This "after" needed some TLC in Photoshop.
Have you looked out the window today? Gray skies abound, and snow is on the way to Central Ohio (and rain and sleet and muck). It won't be too long before Old Man Winter comes in and covers the ground with a blanket of snow! (Maybe in time for Christmas?) Many people want to stay inside when that happens, but there is a lot to see and shoot when the snow is around; your favorite path through the forest takes on a whole new life. However, frustration can take hold when you get back home and see all that wonderful, bright gray snow! Yes, the snow really was white (unless you were out taking pictures by the side of the road), but your camera didn't think so. Why?
The camera's light meter needs to read a whole lot of different levels of light. This leads to a lot of confusion and hard processing, so the computer engineers decided to simplify the process. The first thing they did was to only let the camera see in black and white; well, gray, really. The next thing they had to do was to find out how reflective the world is. After making lots and lots of readings, the average reflectivity is somewhere around 18%. Now, not all things reflect 18% of the light back to the camera; in fact, very few things actually do. Snow, for instance, reflects much more light back to the camera. This means that, even though the camera is pointed at something white, it wants to make it that same 18% gray its programmed to see. (For more discussion on the way a camera meters, see here.)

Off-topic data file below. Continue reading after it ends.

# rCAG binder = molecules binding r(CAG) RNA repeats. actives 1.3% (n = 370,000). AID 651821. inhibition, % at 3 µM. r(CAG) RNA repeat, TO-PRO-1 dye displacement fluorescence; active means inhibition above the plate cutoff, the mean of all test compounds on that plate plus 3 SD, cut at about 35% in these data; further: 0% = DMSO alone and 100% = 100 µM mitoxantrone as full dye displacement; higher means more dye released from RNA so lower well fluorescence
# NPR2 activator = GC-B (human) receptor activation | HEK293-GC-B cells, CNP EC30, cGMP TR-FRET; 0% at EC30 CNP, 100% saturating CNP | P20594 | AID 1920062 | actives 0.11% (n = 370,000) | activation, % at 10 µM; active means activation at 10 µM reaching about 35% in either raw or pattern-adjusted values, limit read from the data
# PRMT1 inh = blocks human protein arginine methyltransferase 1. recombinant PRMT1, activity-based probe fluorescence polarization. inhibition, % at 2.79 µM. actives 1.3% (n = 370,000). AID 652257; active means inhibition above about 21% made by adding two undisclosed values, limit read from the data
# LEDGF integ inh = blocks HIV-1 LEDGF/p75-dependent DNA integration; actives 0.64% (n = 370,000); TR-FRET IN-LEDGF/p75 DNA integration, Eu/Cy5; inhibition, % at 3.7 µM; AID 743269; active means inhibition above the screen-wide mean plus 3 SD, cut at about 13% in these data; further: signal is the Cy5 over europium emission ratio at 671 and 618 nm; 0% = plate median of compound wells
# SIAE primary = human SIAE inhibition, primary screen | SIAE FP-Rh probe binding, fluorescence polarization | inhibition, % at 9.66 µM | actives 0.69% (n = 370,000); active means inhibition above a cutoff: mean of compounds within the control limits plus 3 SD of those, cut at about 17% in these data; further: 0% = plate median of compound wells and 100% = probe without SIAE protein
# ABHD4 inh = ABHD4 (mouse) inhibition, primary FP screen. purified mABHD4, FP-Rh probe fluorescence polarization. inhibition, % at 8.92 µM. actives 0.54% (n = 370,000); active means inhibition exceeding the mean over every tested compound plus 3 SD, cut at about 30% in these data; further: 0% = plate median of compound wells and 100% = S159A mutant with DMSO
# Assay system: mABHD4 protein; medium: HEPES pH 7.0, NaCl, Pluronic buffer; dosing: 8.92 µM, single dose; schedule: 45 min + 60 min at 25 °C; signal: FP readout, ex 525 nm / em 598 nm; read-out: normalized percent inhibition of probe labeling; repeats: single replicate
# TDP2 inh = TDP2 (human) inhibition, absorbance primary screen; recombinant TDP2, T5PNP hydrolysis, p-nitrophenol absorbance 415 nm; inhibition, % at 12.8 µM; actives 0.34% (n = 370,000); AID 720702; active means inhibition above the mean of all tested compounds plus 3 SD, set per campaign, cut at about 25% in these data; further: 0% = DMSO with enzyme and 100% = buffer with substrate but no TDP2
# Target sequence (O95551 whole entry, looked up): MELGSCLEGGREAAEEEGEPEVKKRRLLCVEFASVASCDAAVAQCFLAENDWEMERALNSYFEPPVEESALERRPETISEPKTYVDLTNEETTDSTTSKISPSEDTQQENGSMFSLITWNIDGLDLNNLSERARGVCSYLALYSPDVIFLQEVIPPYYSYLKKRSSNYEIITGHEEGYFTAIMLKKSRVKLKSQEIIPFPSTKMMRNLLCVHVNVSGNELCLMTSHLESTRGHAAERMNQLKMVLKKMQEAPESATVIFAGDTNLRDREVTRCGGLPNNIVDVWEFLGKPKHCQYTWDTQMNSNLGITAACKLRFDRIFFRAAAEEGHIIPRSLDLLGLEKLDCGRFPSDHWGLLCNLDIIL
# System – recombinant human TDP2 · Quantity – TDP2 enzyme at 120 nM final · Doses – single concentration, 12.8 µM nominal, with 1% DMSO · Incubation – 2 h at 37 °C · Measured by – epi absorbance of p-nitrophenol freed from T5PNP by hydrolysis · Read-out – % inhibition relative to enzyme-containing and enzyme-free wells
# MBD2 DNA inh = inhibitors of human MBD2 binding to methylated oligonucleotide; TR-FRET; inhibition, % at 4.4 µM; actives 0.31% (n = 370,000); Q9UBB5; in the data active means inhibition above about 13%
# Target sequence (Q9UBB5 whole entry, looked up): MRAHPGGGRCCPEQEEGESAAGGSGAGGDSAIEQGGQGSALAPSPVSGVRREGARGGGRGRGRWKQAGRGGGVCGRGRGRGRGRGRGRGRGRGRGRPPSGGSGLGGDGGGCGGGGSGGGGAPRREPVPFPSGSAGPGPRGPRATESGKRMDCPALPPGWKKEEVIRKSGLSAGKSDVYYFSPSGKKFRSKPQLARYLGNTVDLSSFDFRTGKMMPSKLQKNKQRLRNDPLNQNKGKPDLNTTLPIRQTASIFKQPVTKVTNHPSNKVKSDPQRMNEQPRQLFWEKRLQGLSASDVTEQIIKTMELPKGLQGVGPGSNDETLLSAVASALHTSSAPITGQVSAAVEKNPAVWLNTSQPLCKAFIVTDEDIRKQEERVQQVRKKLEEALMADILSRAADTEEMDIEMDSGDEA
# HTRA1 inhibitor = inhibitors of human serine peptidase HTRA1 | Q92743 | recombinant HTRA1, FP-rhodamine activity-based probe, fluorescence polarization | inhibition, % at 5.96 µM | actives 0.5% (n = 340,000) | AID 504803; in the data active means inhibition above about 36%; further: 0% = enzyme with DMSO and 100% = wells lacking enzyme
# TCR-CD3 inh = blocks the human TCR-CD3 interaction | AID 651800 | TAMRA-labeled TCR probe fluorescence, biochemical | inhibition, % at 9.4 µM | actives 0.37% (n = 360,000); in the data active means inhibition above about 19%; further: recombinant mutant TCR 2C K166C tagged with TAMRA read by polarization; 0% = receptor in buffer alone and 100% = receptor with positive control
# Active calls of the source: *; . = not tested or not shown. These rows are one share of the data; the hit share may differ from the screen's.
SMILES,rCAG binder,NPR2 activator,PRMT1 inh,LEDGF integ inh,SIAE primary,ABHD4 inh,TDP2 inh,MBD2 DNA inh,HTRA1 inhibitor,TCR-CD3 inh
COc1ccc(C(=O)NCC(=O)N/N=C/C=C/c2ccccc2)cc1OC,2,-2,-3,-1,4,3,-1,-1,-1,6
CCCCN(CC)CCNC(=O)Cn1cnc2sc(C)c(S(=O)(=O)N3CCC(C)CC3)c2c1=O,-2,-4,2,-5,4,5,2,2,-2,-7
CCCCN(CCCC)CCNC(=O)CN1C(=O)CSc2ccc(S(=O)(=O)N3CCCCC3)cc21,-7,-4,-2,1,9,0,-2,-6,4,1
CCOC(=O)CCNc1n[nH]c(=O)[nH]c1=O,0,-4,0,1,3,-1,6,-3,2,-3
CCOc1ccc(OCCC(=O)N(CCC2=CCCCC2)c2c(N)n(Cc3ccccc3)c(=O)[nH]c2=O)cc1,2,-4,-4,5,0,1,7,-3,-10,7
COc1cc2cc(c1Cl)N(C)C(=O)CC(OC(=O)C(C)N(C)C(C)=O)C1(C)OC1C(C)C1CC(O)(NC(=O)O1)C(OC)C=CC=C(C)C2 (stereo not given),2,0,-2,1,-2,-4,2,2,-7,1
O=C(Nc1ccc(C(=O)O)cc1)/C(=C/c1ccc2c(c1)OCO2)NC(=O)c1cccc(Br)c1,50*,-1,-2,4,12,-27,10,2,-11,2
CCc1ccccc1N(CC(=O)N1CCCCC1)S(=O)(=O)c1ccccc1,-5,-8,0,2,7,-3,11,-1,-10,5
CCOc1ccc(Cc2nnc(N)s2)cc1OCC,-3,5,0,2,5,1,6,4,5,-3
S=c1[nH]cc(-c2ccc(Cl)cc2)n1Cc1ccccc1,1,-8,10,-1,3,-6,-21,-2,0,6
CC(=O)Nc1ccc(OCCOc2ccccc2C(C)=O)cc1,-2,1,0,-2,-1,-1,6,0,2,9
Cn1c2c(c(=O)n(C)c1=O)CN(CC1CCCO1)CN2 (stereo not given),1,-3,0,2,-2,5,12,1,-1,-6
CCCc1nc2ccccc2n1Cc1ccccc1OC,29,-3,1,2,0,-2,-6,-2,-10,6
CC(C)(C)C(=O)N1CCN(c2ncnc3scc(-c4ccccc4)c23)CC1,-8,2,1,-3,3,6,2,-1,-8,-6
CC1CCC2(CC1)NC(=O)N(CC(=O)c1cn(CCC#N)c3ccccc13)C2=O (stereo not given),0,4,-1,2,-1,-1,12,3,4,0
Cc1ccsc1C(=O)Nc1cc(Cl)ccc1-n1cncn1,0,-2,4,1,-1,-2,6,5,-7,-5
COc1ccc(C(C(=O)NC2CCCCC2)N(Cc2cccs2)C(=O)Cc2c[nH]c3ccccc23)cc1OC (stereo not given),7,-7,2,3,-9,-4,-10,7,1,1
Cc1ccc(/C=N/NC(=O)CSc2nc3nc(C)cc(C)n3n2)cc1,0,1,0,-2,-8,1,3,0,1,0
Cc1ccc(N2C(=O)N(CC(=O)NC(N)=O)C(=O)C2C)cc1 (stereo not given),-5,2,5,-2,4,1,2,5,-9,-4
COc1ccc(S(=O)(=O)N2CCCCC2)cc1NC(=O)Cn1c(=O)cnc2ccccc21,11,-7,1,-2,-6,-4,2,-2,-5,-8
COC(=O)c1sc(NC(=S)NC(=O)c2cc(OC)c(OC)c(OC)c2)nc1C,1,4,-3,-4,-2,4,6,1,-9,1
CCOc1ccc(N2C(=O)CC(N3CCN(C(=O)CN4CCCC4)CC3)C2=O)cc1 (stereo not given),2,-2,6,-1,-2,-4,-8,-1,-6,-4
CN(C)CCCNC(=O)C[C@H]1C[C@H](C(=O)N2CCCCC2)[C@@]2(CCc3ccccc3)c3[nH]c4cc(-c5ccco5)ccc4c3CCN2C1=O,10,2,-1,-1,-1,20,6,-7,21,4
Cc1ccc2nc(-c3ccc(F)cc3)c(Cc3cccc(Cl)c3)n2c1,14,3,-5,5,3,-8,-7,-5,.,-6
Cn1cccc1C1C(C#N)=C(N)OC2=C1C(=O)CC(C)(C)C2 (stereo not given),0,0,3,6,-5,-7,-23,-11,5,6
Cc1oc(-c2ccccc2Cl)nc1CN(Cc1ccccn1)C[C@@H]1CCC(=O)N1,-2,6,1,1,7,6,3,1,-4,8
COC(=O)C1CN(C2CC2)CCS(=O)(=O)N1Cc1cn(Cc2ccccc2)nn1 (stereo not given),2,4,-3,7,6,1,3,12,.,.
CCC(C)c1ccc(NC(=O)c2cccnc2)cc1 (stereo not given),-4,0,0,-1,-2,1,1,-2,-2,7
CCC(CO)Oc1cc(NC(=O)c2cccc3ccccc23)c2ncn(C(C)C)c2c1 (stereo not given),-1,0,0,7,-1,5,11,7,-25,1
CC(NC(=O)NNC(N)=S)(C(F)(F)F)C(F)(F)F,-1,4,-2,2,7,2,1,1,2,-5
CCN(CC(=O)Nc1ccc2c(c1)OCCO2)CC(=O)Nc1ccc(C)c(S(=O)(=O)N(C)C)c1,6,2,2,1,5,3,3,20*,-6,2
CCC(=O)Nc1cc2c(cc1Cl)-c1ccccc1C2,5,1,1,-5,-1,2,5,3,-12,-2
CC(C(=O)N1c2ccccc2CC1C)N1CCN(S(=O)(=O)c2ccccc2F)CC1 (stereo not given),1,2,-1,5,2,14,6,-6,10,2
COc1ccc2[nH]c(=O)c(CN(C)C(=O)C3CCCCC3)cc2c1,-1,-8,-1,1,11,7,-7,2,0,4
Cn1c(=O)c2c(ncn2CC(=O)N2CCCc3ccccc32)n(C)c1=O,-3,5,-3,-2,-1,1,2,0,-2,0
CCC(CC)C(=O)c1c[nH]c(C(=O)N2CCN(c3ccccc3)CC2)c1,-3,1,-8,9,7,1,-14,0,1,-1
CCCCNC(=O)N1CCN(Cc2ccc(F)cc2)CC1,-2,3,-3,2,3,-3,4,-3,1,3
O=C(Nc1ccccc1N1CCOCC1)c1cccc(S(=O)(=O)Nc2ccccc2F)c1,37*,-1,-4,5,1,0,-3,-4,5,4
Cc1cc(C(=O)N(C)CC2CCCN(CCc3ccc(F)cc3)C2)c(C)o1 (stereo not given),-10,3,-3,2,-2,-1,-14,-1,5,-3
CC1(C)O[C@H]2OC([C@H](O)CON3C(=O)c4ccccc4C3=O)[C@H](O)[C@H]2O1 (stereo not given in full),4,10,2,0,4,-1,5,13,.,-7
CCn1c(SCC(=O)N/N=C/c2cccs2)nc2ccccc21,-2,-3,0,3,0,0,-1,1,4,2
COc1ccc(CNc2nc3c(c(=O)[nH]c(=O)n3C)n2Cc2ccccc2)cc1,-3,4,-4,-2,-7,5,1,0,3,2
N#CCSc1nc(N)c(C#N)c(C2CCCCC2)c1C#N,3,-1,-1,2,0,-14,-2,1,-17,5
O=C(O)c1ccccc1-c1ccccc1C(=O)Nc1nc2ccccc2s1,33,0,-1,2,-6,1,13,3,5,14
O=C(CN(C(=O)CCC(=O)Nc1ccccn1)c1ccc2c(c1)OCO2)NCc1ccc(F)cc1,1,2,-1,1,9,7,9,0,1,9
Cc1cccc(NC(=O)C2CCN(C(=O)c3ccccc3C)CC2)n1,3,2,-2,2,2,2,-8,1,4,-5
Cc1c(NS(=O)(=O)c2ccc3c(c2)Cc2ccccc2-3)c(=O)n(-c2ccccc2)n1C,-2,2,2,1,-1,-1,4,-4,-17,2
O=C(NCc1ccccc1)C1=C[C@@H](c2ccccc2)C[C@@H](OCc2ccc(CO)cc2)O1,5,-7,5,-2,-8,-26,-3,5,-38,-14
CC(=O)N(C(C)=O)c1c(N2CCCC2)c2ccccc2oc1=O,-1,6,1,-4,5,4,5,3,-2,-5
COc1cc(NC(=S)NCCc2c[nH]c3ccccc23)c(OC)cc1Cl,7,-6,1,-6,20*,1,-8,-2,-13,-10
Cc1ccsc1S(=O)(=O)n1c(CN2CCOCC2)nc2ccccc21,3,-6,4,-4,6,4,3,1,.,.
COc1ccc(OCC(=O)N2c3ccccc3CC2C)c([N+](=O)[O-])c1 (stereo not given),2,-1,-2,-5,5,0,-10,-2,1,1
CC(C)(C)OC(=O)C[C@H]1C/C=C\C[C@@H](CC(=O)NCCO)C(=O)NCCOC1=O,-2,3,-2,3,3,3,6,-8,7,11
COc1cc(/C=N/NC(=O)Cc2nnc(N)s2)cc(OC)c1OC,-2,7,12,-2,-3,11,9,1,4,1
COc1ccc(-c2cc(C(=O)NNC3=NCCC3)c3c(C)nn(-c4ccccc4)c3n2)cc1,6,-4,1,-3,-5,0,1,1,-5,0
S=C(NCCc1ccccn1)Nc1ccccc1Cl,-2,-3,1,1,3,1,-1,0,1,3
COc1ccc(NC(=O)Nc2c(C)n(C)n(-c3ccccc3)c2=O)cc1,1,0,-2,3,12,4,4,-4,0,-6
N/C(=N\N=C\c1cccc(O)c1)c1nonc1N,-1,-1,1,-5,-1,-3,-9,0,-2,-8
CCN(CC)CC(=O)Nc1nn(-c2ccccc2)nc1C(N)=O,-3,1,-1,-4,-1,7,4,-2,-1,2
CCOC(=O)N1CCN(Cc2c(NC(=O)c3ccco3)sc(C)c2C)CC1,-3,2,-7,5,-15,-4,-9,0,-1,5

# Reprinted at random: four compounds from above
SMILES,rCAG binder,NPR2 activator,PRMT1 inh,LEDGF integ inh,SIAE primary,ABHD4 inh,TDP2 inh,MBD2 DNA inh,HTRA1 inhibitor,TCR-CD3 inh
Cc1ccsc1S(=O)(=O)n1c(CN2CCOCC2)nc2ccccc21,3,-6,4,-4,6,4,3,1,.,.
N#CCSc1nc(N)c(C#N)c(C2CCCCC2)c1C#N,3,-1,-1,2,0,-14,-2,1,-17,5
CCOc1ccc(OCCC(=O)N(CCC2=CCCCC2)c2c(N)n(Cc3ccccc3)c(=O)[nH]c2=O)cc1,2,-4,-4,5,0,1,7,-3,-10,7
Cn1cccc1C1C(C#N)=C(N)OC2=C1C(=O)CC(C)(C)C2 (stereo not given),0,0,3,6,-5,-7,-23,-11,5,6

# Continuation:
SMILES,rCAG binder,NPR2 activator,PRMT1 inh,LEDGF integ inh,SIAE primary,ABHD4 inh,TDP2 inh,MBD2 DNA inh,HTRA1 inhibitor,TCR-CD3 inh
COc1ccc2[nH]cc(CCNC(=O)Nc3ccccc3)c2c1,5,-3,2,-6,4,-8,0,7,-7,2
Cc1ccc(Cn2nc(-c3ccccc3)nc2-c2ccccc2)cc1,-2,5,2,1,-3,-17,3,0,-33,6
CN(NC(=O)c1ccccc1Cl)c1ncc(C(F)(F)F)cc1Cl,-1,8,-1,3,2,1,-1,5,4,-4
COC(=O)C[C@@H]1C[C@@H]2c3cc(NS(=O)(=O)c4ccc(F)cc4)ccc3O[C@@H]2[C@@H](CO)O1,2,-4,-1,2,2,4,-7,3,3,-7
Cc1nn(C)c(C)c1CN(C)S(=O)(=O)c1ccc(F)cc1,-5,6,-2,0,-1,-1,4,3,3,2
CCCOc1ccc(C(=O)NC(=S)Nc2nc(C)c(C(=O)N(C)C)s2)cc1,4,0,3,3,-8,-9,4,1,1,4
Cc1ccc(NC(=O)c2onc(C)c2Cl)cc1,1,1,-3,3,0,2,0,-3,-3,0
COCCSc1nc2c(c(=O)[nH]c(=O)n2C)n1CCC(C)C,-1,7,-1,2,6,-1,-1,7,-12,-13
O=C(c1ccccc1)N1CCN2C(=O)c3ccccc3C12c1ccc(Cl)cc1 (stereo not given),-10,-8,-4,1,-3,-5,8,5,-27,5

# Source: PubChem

The "Before" levels dialog box of the above image.
To the right is the histogram of the image above before I processed it with Photoshop. The image definitely fooled the camera. You can see that there is no true black to the image, and no true white (outside of some specular highlights). Beyond that, the image was slightly underexposed. What could be done to save it?
If you are using a compact digital camera or a D-SLR on one of the more automatic modes, you need to find your exposure compensation (EC) button or menu, and become friends. The EC does what it sounds like, compensates for the exposure being different than what the camera thinks it should be. Normally, you will find that it will increase or decrease the exposure by 1/3-stop increments. For snow pictures, you will want to bring up the exposure by at least one stop, and maybe more than that if there is not much else in the image (like trees or mountains or feathers). The wonder of digital is that you can see the result right on the back of the camera, so take some shots and see what you get.
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